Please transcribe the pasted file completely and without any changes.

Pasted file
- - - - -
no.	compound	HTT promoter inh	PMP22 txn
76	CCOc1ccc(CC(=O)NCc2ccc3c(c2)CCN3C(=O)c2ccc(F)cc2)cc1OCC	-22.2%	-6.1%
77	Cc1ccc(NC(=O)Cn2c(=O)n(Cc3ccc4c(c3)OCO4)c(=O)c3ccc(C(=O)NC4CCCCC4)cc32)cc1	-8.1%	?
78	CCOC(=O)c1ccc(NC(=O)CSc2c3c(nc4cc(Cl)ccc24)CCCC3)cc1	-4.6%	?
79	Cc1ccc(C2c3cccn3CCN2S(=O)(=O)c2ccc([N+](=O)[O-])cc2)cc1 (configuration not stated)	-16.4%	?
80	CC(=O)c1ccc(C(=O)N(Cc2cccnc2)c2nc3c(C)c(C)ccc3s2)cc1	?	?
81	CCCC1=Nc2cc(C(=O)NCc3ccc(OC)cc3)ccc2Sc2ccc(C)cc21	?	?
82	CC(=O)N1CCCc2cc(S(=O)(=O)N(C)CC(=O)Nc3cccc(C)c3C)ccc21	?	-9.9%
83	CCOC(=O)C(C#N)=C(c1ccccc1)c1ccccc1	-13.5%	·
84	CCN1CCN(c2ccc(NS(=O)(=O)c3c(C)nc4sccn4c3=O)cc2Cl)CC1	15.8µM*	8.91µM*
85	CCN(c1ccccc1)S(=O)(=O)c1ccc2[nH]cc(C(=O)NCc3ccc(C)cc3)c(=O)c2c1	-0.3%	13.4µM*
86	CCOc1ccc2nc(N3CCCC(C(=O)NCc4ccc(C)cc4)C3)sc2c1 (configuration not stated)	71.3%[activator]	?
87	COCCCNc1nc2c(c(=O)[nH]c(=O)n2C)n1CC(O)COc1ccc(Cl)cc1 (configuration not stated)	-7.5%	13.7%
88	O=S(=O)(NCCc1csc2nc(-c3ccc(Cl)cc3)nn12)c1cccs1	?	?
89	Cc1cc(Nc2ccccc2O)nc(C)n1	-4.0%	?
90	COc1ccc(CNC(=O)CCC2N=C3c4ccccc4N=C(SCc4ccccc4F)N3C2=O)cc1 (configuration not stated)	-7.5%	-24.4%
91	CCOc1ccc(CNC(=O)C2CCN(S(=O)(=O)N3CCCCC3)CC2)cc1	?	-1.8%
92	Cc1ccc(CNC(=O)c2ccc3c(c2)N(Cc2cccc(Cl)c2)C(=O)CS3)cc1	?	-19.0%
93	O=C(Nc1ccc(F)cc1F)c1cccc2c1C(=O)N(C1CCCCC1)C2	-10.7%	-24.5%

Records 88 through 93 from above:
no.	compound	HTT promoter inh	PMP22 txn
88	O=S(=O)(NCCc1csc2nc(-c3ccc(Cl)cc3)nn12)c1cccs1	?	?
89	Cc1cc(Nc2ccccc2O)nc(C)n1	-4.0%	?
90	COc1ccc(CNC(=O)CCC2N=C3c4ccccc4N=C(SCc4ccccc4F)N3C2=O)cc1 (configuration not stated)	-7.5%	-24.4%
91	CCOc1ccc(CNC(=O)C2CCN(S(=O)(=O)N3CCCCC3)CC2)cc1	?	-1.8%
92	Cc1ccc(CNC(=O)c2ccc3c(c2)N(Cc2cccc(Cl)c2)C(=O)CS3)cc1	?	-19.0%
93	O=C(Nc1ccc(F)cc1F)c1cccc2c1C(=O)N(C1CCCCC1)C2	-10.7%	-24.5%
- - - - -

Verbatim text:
no.	compound	HTT promoter inh	PMP22 txn
76	CCOc1ccc(CC(=O)NCc2ccc3c(c2)CCN3C(=O)c2ccc(F)cc2)cc1OCC	-22.2%	-6.1%
77	Cc1ccc(NC(=O)Cn2c(=O)n(Cc3ccc4c(c3)OCO4)c(=O)c3ccc(C(=O)NC4CCCCC4)cc32)cc1	-8.1%	?
78	CCOC(=O)c1ccc(NC(=O)CSc2c3c(nc4cc(Cl)ccc24)CCCC3)cc1	-4.6%	?
79	Cc1ccc(C2c3cccn3CCN2S(=O)(=O)c2ccc([N+](=O)[O-])cc2)cc1 (configuration not stated)	-16.4%	?
80	CC(=O)c1ccc(C(=O)N(Cc2cccnc2)c2nc3c(C)c(C)ccc3s2)cc1	?	?
81	CCCC1=Nc2cc(C(=O)NCc3ccc(OC)cc3)ccc2Sc2ccc(C)cc21	?	?
82	CC(=O)N1CCCc2cc(S(=O)(=O)N(C)CC(=O)Nc3cccc(C)c3C)ccc21	?	-9.9%
83	CCOC(=O)C(C#N)=C(c1ccccc1)c1ccccc1	-13.5%	·
84	CCN1CCN(c2ccc(NS(=O)(=O)c3c(C)nc4sccn4c3=O)cc2Cl)CC1	15.8µM*	8.91µM*
85	CCN(c1ccccc1)S(=O)(=O)c1ccc2[nH]cc(C(=O)NCc3ccc(C)cc3)c(=O)c2c1	-0.3%	13.4µM*
86	CCOc1ccc2nc(N3CCCC(C(=O)NCc4ccc(C)cc4)C3)sc2c1 (configuration not stated)	71.3%[activator]	?
87	COCCCNc1nc2c(c(=O)[nH]c(=O)n2C)n1CC(O)COc1ccc(Cl)cc1 (configuration not stated)	-7.5%	13.7%
88	O=S(=O)(NCCc1csc2nc(-c3ccc(Cl)cc3)nn12)c1cccs1	?	?
89	Cc1cc(Nc2ccccc2O)nc(C)n1	-4.0%	?
90	COc1ccc(CNC(=O)CCC2N=C3c4ccccc4N=C(SCc4ccccc4F)N3C2=O)cc1 (configuration not stated)	-7.5%	-24.4%
91	CCOc1ccc(CNC(=O)C2CCN(S(=O)(=O)N3CCCCC3)CC2)cc1	?	-1.8%
92	Cc1ccc(CNC(=O)c2ccc3c(c2)N(Cc2cccc(Cl)c2)C(=O)CS3)cc1	?	-19.0%
93	O=C(Nc1ccc(F)cc1F)c1cccc2c1C(=O)N(C1CCCCC1)C2	-10.7%	-24.5%

Records 88 through 93 from above:
no.	compound	HTT promoter inh	PMP22 txn
88	O=S(=O)(NCCc1csc2nc(-c3ccc(Cl)cc3)nn12)c1cccs1	?	?
89	Cc1cc(Nc2ccccc2O)nc(C)n1	-4.0%	?
90	COc1ccc(CNC(=O)CCC2N=C3c4ccccc4N=C(SCc4ccccc4F)N3C2=O)cc1 (configuration not stated)	-7.5%	-24.4%
91	CCOc1ccc(CNC(=O)C2CCN(S(=O)(=O)N3CCCCC3)CC2)cc1	?	-1.8%
92	Cc1ccc(CNC(=O)c2ccc3c(c2)N(Cc2cccc(Cl)c2)C(=O)CS3)cc1	?	-19.0%
93	O=C(Nc1ccc(F)cc1F)c1cccc2c1C(=O)N(C1CCCCC1)C2	-10.7%	-24.5%